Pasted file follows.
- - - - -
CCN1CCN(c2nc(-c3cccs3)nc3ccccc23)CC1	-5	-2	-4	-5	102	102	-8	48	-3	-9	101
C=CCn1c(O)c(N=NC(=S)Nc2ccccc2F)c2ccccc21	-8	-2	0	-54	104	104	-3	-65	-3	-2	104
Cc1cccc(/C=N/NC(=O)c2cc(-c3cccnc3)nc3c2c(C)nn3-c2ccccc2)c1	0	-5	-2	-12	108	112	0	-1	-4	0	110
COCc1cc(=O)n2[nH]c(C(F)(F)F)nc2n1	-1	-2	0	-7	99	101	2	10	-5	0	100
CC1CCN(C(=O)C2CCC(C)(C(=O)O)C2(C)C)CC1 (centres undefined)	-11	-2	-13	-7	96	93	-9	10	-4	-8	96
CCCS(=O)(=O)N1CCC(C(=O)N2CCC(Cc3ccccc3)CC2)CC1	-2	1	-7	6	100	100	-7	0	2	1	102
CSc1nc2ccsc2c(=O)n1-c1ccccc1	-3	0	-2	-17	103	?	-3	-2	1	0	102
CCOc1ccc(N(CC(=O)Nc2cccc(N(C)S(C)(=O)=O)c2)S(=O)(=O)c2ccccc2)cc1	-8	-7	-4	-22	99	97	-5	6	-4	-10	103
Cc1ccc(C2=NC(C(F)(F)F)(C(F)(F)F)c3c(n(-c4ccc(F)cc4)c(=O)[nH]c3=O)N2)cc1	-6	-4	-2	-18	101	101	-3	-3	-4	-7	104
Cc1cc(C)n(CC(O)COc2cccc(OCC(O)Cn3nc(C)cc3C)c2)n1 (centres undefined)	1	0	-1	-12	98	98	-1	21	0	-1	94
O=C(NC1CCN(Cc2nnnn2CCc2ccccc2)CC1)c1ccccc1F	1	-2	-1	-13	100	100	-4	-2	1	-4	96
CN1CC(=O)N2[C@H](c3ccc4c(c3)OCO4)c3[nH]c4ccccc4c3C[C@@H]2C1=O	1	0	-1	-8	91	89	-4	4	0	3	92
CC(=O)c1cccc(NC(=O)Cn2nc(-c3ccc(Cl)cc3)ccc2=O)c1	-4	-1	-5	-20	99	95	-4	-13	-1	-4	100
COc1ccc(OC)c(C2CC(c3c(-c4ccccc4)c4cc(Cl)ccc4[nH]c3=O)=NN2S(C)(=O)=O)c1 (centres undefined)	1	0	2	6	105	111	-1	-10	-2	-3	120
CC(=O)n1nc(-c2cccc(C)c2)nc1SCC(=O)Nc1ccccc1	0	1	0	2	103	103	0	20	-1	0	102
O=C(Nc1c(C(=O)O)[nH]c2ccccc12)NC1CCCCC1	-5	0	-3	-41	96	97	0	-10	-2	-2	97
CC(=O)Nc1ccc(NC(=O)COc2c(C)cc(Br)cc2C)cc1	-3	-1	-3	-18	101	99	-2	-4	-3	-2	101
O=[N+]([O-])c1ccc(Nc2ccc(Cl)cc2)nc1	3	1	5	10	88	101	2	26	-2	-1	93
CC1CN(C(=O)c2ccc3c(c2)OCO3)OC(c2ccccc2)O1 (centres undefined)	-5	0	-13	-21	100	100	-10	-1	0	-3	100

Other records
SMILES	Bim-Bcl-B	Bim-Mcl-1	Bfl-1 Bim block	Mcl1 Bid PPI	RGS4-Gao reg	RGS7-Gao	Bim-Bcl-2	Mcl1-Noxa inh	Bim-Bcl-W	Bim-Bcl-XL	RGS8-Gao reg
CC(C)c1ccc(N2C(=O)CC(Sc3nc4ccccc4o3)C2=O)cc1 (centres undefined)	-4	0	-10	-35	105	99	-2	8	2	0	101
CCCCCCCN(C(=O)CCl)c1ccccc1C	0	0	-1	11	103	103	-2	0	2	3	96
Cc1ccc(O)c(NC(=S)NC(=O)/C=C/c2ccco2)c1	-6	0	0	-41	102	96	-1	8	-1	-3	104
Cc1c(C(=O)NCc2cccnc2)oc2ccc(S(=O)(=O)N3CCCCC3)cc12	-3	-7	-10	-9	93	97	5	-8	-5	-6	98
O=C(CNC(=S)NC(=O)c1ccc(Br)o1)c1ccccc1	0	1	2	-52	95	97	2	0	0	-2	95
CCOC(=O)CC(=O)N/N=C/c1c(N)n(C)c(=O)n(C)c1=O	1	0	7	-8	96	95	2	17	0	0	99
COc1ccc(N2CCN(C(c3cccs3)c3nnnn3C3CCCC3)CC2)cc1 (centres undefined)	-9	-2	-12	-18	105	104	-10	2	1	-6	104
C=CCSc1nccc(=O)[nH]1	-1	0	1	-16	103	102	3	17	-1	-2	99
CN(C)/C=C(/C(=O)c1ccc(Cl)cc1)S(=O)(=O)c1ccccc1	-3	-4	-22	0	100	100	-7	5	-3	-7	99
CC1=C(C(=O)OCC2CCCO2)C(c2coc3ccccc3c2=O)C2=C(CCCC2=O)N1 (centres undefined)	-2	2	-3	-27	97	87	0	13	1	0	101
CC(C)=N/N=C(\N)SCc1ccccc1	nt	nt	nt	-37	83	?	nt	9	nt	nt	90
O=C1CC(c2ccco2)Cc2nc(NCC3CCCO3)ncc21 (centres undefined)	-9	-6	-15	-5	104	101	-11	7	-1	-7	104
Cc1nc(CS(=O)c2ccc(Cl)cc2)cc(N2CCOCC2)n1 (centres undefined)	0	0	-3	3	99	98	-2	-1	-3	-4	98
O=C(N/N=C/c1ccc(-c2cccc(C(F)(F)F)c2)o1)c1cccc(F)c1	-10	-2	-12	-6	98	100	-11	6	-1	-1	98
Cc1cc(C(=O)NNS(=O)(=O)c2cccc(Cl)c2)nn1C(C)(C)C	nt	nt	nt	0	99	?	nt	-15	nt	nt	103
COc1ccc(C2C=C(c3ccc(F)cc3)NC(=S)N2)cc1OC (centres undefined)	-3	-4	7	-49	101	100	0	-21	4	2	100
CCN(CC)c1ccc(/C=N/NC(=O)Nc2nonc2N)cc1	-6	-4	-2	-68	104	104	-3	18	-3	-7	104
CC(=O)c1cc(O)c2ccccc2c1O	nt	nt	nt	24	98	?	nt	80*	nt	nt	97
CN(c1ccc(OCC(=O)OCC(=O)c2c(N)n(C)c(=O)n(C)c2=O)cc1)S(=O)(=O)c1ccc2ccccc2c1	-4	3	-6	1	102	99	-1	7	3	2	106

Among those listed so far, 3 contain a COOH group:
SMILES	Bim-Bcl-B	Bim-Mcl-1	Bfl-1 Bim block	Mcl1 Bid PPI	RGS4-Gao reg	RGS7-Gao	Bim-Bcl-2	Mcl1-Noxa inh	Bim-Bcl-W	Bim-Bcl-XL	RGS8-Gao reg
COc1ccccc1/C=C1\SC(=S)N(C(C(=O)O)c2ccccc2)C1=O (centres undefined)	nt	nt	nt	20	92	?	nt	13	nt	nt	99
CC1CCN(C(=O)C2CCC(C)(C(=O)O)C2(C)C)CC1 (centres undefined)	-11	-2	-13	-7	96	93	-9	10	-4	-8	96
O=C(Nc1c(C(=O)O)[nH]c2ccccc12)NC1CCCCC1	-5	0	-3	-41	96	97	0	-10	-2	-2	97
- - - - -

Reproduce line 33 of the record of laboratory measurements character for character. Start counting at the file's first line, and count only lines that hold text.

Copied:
O=C1CC(c2ccco2)Cc2nc(NCC3CCCO3)ncc21 (centres undefined)	-9	-6	-15	-5	104	101	-11	7	-1	-7	104